April 6. 2015
Pesach Preparation, Experience, Quality
There is a communal Pesach Seder that has been sponsored by a local family for a generation. Last year, was the first year the patriarch of the family, who had initiated this noble tradition, was no longer counted amongst the living. In his honor his children and grandchildren continued the sponsorship and attended the Seder in full-force.
I had the distinct honor of leading that Seder. Over the years, the Seder became almost the exclusive venue for the needy and the infirm. Their main interest seemed to be the food. Immediately after dessert, 200 participants performed their own Exodus from the proceedings, leaving a handful of die-hard Hagaddah readers left.
This year, the sponsors decided to upgrade the level of the catering, hiring perhaps the best Kosher caterer in Montevideo. They also very generously donated beautiful Hagaddot – last year’s Hagaddot were ancient, poorly constructed (no page numbers and pages out of order) and insufficient.
I also came prepared.
After understanding first-hand the nature of my clientele and their interests I went on the offensive.
I consulted with my Rabbi in Israel as to what is the absolute minimum of the Hagaddah that needs to be said. I printed out a guide as to the page numbers we would be covering and handed it out to everyone. At the beginning of the Seder I announced that I would make a deal with the participants that were eager to leave immediately after dessert. I would shorten the event if they agreed to stay 15 minutes after dessert. They nodded their agreement.
We made Kiddush and drank the 1st cup of wine. We washed hands (not enough washing stations – note for next year). We ate the Karpas. We broke the Matza. We sang the popular songs. I made the youngest person at each table stand for Ma Nishtana.
We were 250 people in a large hall. 30 tables. Three long rows of 10 tables each. I divided each row into “Pesach”, “Matza” and “Marror” and had each section practice screaming it. When it came time to declare Pesach, Matza and Marror, the hall shook from the force of everyone yelling it. We did the plagues. We sang Dayeinu. We drank the 2nd cup, washed for the Matza (biggest critical path – must have more washing stations). Ate the Matza, ate Marror, ate the Sandwich and had a sumptuous meal.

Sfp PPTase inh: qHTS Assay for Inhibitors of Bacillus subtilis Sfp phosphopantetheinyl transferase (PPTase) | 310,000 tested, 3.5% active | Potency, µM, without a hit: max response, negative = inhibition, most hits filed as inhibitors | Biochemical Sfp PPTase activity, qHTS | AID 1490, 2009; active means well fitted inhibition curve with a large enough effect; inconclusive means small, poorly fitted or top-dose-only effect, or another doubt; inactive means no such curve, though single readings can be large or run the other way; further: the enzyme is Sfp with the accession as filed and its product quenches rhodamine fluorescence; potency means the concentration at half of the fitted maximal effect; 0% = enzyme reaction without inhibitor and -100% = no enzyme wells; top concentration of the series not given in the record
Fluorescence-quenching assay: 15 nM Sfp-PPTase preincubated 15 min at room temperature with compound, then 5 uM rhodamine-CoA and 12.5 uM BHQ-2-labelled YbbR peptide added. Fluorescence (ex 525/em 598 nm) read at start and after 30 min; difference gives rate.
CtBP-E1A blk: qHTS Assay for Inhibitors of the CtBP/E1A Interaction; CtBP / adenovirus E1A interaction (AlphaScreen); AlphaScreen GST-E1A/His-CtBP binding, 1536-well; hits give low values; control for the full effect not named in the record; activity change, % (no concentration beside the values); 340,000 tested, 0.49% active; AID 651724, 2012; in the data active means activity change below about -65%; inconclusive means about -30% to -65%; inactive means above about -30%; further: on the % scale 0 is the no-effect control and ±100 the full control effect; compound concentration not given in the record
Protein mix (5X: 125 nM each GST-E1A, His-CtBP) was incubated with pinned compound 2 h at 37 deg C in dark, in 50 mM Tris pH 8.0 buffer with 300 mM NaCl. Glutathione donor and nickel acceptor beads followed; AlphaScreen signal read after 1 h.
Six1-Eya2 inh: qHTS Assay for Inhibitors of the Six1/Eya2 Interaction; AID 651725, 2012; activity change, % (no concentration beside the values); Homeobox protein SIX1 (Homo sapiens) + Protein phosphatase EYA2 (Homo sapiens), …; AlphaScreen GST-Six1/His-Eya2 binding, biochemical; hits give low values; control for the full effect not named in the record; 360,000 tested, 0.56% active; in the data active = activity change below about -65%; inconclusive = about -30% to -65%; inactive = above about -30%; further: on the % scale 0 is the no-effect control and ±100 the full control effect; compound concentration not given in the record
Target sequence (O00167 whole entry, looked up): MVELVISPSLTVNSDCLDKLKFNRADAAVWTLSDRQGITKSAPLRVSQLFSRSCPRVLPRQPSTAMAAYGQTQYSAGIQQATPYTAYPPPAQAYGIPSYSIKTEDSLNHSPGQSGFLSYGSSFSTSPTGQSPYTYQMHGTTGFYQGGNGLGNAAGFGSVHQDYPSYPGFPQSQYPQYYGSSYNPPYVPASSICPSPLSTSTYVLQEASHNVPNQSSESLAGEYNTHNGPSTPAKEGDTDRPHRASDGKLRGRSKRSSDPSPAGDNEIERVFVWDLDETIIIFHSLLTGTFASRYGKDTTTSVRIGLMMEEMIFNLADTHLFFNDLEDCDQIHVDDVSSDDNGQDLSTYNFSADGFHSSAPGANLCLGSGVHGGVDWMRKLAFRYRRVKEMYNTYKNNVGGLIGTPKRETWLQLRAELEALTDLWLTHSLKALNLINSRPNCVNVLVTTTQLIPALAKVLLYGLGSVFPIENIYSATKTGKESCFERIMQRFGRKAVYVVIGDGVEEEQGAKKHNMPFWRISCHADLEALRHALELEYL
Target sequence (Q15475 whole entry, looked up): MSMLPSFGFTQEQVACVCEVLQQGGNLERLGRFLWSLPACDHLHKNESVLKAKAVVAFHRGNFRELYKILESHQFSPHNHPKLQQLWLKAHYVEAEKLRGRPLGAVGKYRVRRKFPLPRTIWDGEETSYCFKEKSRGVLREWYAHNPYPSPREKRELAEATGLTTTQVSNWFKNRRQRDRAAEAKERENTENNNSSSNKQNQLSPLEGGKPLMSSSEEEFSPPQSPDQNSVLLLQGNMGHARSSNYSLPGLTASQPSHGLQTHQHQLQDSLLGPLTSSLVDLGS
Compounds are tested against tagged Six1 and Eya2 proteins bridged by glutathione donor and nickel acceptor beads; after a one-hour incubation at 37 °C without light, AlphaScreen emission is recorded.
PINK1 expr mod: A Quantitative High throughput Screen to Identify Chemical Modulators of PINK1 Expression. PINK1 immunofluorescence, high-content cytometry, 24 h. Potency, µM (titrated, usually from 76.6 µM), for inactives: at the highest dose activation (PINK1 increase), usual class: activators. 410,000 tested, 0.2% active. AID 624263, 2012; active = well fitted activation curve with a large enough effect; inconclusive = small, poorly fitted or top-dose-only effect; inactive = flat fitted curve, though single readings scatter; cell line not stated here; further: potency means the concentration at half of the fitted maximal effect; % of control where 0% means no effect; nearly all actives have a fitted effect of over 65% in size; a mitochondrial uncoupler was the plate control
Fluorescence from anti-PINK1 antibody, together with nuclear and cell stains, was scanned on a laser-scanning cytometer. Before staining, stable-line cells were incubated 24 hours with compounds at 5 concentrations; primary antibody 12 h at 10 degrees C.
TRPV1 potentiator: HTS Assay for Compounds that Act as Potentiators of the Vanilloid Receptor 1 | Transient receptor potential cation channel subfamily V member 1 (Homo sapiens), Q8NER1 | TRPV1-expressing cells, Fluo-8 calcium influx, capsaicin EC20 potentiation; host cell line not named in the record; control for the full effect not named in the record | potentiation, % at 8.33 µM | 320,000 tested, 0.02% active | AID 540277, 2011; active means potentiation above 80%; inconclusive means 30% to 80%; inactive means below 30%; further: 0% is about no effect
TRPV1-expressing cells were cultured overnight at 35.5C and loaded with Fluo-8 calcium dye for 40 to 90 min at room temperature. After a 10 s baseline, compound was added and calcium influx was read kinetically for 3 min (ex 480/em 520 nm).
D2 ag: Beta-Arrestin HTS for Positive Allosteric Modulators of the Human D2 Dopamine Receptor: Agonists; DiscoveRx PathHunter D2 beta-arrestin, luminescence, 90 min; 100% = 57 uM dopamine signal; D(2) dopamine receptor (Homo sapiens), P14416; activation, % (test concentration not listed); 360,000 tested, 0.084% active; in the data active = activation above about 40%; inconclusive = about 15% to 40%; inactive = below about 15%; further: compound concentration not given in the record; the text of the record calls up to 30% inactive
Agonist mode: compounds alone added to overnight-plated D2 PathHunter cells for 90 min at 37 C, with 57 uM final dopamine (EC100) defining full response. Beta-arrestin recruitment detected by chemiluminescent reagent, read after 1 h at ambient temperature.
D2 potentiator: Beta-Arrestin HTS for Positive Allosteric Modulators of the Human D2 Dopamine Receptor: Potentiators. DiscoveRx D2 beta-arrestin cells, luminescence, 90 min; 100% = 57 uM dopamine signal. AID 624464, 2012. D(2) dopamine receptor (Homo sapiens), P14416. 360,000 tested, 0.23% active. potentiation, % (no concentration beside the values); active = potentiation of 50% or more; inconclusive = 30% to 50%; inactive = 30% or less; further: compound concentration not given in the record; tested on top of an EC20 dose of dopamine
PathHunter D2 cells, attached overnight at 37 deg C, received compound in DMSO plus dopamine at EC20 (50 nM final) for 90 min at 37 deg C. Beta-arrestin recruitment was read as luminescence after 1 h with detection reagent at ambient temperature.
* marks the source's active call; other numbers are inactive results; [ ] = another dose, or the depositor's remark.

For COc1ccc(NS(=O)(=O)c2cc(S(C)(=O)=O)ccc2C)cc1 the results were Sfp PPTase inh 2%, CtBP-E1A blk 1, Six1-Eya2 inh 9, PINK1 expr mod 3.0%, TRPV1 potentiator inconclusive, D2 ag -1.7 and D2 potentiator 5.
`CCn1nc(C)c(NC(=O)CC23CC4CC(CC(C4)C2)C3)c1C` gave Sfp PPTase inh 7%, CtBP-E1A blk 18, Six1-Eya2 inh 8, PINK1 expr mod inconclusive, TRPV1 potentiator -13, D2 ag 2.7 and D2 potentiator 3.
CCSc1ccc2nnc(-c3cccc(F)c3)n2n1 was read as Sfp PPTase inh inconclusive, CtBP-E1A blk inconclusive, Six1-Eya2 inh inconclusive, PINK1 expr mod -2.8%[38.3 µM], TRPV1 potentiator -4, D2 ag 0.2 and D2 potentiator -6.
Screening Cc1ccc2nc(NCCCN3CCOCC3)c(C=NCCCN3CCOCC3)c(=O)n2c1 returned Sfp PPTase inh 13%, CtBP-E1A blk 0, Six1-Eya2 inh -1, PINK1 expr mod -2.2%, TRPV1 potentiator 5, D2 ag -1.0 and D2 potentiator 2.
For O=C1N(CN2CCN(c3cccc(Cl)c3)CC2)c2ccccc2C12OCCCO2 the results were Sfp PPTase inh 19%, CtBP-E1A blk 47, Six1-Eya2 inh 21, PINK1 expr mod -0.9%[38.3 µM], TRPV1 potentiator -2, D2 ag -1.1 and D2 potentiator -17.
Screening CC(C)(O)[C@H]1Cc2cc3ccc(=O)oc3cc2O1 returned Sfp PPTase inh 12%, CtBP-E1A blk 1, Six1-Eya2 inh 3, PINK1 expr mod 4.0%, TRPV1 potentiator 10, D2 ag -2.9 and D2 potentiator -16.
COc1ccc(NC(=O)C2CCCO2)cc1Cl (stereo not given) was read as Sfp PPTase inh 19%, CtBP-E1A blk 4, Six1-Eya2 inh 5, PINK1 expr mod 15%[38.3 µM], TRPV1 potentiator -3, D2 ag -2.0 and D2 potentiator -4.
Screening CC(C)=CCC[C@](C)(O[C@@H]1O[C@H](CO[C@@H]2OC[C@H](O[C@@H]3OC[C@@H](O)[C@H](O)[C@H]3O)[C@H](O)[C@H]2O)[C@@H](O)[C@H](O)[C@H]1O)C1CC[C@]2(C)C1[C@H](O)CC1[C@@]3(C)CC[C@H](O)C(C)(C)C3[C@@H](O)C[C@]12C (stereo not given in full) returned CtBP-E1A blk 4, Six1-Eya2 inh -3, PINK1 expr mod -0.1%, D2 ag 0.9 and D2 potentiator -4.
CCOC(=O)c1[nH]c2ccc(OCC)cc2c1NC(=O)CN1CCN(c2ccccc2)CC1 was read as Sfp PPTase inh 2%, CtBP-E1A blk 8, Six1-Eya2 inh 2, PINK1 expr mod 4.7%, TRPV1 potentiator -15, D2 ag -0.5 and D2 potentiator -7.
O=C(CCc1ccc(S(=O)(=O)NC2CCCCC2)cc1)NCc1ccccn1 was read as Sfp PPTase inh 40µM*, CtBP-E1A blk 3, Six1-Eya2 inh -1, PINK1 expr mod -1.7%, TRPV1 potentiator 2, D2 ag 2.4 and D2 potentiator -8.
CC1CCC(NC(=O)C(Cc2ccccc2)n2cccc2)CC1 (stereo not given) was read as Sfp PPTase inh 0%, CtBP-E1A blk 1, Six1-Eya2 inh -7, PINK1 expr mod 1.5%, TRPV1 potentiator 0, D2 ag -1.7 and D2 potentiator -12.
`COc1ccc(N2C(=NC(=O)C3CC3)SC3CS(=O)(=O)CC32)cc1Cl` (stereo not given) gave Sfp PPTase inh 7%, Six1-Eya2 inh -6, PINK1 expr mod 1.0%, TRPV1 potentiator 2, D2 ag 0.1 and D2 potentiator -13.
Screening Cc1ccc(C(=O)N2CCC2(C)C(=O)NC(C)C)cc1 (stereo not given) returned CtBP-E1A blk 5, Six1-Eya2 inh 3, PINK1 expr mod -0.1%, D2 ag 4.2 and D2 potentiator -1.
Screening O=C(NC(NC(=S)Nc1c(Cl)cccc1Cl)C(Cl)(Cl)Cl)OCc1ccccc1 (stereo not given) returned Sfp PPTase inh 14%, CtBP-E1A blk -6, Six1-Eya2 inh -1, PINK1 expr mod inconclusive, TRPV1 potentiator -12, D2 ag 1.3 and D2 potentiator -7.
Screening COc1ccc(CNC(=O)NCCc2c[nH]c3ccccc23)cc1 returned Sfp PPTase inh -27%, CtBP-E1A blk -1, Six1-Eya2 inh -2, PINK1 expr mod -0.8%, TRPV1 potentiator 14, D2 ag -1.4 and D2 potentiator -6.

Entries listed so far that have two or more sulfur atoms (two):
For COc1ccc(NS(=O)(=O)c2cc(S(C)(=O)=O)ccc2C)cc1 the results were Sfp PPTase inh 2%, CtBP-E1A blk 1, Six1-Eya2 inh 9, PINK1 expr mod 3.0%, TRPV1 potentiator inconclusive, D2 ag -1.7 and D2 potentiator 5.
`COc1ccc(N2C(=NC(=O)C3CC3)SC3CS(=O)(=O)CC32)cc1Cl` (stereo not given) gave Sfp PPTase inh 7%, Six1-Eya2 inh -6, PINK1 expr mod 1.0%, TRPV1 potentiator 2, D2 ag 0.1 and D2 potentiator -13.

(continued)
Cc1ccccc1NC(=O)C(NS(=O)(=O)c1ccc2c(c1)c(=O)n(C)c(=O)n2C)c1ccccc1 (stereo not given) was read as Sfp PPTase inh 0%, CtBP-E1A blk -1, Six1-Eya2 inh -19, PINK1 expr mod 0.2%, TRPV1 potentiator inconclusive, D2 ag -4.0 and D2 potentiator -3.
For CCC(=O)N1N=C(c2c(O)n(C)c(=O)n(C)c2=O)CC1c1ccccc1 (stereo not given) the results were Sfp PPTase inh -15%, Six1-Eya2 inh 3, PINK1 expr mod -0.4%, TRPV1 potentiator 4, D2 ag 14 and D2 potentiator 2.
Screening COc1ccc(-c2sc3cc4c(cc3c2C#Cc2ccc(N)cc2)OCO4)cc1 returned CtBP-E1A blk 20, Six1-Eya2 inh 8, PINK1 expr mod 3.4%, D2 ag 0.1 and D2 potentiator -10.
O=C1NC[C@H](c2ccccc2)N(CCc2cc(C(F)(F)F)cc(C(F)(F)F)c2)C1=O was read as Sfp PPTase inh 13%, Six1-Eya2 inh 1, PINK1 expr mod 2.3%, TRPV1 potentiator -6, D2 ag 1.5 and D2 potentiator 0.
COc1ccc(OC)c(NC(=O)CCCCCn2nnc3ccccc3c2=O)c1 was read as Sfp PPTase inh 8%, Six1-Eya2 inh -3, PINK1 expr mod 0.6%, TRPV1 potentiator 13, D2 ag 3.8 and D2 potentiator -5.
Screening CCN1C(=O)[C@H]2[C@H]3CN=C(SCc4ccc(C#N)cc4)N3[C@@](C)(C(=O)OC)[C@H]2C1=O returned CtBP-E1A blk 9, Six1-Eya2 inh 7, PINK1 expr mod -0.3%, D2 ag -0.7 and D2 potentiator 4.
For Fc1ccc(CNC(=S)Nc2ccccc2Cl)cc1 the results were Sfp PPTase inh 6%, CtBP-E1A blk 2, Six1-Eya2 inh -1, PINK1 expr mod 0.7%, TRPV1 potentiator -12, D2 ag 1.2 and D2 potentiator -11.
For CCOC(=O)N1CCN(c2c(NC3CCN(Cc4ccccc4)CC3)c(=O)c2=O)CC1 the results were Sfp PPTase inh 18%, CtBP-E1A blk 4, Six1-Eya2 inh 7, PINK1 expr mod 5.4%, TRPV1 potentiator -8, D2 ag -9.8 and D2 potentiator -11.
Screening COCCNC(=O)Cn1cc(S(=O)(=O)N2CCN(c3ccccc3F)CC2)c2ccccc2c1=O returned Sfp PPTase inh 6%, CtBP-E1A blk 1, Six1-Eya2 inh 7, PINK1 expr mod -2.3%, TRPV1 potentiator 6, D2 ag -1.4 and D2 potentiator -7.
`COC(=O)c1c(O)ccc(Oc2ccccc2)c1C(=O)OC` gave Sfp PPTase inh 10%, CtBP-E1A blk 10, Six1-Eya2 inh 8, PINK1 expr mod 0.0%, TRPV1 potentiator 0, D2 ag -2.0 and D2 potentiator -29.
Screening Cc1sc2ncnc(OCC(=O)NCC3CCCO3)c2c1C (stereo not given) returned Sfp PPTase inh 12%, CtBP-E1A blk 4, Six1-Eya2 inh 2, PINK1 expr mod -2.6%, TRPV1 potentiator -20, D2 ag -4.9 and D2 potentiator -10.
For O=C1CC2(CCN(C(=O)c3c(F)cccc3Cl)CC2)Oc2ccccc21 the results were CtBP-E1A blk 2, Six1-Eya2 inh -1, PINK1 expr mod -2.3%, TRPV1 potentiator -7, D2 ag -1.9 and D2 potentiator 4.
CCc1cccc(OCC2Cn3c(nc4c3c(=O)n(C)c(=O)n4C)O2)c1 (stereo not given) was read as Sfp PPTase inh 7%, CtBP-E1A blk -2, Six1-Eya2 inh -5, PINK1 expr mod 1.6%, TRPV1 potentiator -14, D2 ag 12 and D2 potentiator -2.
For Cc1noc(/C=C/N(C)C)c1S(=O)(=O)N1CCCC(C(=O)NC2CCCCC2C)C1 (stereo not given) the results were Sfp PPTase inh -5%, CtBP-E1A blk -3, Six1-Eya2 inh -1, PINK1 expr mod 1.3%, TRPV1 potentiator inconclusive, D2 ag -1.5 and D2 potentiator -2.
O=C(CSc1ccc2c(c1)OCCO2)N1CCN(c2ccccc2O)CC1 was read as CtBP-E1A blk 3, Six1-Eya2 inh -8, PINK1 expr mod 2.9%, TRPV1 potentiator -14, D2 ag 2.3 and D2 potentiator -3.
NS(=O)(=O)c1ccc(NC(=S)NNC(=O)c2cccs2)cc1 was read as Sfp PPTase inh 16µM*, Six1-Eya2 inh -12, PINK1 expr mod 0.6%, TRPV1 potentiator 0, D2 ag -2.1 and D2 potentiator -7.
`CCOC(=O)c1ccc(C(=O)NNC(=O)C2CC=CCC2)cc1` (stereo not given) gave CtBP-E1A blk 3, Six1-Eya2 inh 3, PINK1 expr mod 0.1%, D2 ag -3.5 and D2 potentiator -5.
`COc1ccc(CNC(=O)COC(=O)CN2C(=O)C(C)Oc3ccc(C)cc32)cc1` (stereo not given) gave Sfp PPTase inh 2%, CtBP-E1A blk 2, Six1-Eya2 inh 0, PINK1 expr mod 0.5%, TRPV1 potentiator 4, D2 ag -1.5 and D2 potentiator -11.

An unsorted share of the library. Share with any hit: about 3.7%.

I made a point of visiting every single table at least once, if not twice. The people were ecstatic with the Hagaddah, the service and especially the food. For some of them, it was likely the best meal they’ve had in years. There were a number of families that paid to participate. There were some families with young children, as well as lone elders, disabled and social services clients. We hosted a Russian-Israeli engineer who was visiting from Nigeria to work on a Uruguayan natural gas project. We also had the emissary of the Keren Kayemet together with his wife.
I got to field a variety of questions and issues, including why the Kosher chickens this Pesach had more feathers, one drunken crasher that needed to be kicked out and advising the guests that the Hagaddot were not gifts and to please not steal them from the premises.
My highlight and I think as well for many of the participants was Crossing the Sea. Between the main course and dessert I forced everyone to stand up. Then I marched them out of the dinning hall into the smaller foyer. I got four volunteers to hold blue tablecloths between them. They created a wall in front of the crowd. I recounted how our ancestors in their escape from Egypt found themselves chased by the Egyptian army and trapped by the Sea. The Jews complained (what else is new?). God commands Moses to take the people forward. The two tablecloths suddenly parted and instead of a wall we had a passageway. Two hundred people marched through the shimmering blue passageway, surprised, excited, chatting happily as they made their way to freedom and dessert.
After an excellent dessert I was mildly surprised to see almost everyone sitting and waiting expectantly. I had them eat the final Matza, the Afikoman, a Rabbinic command, which they had missed out on last year. We then drank the 3rd cup of wine (my head was really spinning at this point, given the large goblets we were using). We sang Echad Mi Yodea, drank the 4th cup, sang Leshana Haba Beyerushalayim and then to the surprise of many, I dismissed the crowd and thanked them for their participation.
They didn’t need to skulk off while the service was still going on. They had made it to the end — perhaps for the first time in their Communal Seder history. Almost everyone came up to me smiling to thank me as well as for the wonderful food. Many said it was their best Seder ever.
Last year I was sick going in to the Seder, couldn’t talk by the end of it and it took me a while to recover. This year, I could still speak by the end, was feeling good (though tipsy) and actually made it to and participated in the end of another Seder I was invited to.
By the next day I was already getting feedback how people thought it was an amazing Seder, and how others already want to sign up for next year.
I suspect it was mostly because of the food, though I like to think the managing also had a bit to do with it. There is something to preparation and experience that improves the quality.